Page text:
“In some areas people stranded in flood waters are still being rescued by boats to safer places,” a spokesperson for the UN Office for the Coordination of Humanitarian Affairs (OCHA), Jens Laerke, told a news briefing in Geneva. “The immediate needs are on food, emergency shelter, health water and sanitation and hygiene services.”In addition, the UN World Food Programme (WFP), which has built up its emergency response capacity with all the necessary logistical and communications support, said today it still needs contributions from international donors, with a total goal of $29 million – including $6.5 million for milling, fortifying, transporting and distributing wheat donated by the governments of Balochistan and Sindh, two of the provinces most affected.For the third consecutive year, severe monsoon flooding has delivered a crippling blow to millions of people who were already suffering from high food prices, malnutrition and poverty, according to WFP. In the five worst-affected districts of Sindh and Balochistan, between 1.2 million and 1.3 million people are estimated to be in need of food assistance.“Once again, there have been heavy losses of livestock, food stocks and seeds,” the food relief agency said in a media update. “With huge areas of land still under up to 2.5 metres of water, the prospects for planting the upcoming Rabi crop (sown in winter) look remote in the affected areas. It will be several months before families are able to resume their normal lives and livelihoods.”It added, “In the meantime, hundreds of thousands of people are living in temporary camps or simply under tarpaulins on the roadside, where they can do little but wait for the waters to subside.”At the request of Pakistan’s National Disaster Management Authority, WFP has distributed a one-month ration to some 140,000 people in Sindh and Balochistan and preparations are under way to provide a one-month ration for 1.2 million people, followed by two one-month rations for 700,000 of the most severely food insecure. The WFP food basket consists of dietary staples of fortified wheat flour, pulses, vegetable oil and iodized salt, as well as high energy biscuits.One flood victim, Adam Khan, from Naseerabad district in Balochistan, told WFP that he and his family were only just beginning to recover from the previous floods when this year’s disaster hit. He lost all his livestock: goats, a buffalo and a donkey. Now, he says, he is back to zero:“We have lost our crops and seeds for the next season,” he said. “The loans we took out for the next crop are gone for nothing. We need these loans to be written off and for us to be provided with free seeds and fertilizers. Everything is gone. We have been left out in the open on the roadside. Please, for the sake of God, help us in Naseerabad!”A major concern of WFP is that while fewer districts were affected by flooding this year than in 2011, those that were affected were hit in a particularly dramatic fashion. The agency noted the fact that one month after the rains, the waters are still so deep and covering such a large area indicates that the suffering of the flood victims is likely to continue for many weeks to come.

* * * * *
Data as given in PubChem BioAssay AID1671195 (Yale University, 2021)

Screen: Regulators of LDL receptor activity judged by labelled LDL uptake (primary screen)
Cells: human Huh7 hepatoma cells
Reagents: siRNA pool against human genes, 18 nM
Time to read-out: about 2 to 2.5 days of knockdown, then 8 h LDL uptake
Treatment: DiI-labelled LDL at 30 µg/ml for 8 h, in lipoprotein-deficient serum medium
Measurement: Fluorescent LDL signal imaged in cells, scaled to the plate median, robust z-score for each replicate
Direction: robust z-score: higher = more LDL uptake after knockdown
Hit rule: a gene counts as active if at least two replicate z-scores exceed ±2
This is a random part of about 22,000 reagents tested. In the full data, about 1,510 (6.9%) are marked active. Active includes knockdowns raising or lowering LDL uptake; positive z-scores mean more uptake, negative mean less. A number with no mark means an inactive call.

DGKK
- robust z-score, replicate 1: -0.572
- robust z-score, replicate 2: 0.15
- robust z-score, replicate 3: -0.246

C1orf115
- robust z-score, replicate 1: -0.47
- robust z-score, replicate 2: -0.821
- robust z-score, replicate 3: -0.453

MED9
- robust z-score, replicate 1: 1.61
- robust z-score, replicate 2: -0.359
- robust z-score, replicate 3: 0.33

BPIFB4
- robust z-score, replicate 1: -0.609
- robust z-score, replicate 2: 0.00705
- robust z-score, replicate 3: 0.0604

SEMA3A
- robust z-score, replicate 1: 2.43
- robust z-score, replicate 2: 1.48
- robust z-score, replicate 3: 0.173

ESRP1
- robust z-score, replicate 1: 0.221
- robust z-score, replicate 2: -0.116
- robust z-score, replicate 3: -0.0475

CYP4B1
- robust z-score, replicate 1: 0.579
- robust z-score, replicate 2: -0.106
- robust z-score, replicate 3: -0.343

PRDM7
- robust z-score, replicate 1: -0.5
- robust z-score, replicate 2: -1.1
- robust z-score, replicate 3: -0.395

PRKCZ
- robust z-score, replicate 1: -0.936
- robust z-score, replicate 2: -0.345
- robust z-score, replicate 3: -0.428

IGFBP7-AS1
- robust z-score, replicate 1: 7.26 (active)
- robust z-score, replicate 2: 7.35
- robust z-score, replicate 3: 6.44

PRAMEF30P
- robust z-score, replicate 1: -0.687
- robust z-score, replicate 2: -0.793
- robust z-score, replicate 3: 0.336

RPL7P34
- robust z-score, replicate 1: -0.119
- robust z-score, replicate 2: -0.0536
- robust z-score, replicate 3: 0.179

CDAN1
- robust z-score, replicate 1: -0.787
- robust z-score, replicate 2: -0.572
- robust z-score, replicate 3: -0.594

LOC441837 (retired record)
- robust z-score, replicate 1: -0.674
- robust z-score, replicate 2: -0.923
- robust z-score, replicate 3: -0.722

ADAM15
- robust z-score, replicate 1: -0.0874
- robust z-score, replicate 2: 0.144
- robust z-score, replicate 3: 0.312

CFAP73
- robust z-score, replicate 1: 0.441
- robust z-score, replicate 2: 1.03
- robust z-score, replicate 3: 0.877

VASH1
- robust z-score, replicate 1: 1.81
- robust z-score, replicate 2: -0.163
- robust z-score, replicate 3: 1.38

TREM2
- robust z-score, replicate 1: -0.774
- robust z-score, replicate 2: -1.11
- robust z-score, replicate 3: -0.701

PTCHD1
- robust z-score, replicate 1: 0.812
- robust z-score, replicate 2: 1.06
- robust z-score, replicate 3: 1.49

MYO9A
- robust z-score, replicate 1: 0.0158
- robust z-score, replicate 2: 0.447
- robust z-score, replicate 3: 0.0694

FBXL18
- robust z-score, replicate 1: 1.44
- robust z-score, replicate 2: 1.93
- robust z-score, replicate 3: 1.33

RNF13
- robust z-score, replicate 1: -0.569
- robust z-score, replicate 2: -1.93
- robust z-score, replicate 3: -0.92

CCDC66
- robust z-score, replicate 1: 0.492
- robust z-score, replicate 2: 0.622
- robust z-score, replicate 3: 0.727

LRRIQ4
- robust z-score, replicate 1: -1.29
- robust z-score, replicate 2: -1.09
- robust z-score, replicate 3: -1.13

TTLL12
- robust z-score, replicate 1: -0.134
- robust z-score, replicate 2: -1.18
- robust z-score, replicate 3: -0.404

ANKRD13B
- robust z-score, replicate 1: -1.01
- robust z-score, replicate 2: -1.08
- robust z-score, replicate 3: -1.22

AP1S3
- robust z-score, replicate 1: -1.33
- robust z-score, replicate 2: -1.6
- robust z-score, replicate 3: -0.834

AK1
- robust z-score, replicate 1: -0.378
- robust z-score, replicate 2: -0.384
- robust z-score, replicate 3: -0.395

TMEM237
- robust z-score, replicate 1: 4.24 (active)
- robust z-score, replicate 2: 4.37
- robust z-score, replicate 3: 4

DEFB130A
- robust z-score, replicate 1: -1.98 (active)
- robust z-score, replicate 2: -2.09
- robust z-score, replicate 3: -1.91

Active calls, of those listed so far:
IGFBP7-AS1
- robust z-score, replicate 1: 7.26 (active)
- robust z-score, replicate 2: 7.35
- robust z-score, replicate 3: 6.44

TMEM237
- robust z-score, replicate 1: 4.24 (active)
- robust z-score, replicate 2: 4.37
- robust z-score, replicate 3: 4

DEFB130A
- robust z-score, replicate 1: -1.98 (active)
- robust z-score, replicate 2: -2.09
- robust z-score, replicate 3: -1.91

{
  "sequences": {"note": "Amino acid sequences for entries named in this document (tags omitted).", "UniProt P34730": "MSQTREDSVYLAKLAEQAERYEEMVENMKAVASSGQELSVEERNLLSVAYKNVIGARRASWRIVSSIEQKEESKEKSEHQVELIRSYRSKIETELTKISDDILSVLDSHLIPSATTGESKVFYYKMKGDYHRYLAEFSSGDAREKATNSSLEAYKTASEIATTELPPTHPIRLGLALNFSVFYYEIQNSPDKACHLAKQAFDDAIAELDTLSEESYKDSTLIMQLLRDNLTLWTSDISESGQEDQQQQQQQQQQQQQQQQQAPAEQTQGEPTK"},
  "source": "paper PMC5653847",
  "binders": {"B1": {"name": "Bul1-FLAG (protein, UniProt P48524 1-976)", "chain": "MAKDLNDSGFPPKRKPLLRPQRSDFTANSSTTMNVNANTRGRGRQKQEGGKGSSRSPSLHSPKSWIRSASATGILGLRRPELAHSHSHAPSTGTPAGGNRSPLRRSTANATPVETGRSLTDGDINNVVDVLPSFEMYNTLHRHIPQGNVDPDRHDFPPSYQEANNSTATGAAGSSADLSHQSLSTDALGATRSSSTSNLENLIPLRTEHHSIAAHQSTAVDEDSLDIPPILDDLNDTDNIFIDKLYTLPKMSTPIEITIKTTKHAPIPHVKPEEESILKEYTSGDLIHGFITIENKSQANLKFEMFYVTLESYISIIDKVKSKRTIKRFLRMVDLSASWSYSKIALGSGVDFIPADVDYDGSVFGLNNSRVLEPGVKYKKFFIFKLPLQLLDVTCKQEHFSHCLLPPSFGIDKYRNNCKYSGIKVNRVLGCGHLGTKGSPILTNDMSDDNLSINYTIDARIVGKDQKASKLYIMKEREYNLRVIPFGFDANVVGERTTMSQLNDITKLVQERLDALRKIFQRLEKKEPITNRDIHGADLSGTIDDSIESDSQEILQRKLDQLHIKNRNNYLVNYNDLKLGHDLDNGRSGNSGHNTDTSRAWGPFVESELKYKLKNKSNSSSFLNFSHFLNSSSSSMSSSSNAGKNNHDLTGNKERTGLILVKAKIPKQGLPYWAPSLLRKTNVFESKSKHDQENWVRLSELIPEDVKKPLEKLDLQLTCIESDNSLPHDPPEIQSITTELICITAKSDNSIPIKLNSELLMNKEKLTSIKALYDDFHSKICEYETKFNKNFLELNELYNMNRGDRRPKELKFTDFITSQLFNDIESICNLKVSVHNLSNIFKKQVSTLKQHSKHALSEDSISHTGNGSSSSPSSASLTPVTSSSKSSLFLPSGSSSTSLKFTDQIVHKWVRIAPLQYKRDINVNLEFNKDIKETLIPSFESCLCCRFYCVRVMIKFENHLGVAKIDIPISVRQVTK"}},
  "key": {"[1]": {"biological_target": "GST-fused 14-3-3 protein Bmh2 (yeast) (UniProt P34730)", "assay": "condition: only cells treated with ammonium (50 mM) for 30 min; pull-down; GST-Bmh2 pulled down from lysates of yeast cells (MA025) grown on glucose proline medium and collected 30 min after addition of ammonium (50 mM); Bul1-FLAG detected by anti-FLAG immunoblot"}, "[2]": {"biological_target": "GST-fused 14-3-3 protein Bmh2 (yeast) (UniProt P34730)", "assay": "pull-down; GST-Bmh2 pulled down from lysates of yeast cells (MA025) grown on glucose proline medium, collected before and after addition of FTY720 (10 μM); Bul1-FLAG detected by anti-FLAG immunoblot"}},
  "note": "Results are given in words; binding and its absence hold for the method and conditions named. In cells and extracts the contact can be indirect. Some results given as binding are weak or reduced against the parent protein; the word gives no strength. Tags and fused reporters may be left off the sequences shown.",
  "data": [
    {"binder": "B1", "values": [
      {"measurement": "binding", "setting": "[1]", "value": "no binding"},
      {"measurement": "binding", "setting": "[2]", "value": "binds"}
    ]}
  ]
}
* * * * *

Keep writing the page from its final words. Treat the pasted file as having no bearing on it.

However, the credit market is now remarkably different and SMMT believes that the current voluntary termination provisions are no longer necessary and play no effective role in consumer protection law. The voluntary termination provisions are taken from an old piece of legislation which was set up to protect the consumer from unfair contract terms. The Consumer Credit Act 1974 permits a customer who has purchased goods on hire purchase or conditional sale agreements to hand back the goods to the finance company, without further liability, providing that 50 per cent of the total amount has been paid. Responding to a DTI consultation on voluntary terminations of hire purchase and conditional sale agreements, SMMT has called for a level playing field for all forms of lending and a system which offers more protection for vulnerable consumers. SMMT strongly recommends an end to voluntary termination provisions, calling the credit rules outdated and open to abuse. A major review of consumer credit legislation, undertaken by DTI, will change the framework within which voluntary terminations operate and provide more explicit and effective consumer protection. These measures include greater transparency in advertising, agreements and in the provision of information, as well as to make early settlements fairer. It also stipulates a reform in the licensing regime and enforcement powers of the OFT and an improvement in consumer redress by introducing an alternative dispute resolution mechanism. In addition, as the number of voluntary terminations increase, the residual values of all vehicles decreases, reducing vehicle equity for all owners. The abuse of the current voluntary termination costs the industry around £80 million which has subsequently increased the cost of providing this type of finance to the consumer. In response to the consultation, Christopher Macgowan, chief executive of SMMT said, ‘ The do nothing option in the DTI’s consultation is not feasible in a modern, fair and efficient credit market. To increase the remaining recovery amount to 75 per cent is merely replacing one set of arbitrary values with another. The removal of voluntary termination provisions is the only solution with viable benefits to the consumer and the industry.’ Click to share on Facebook (Opens in new window)Click to share on Twitter (Opens in new window) read more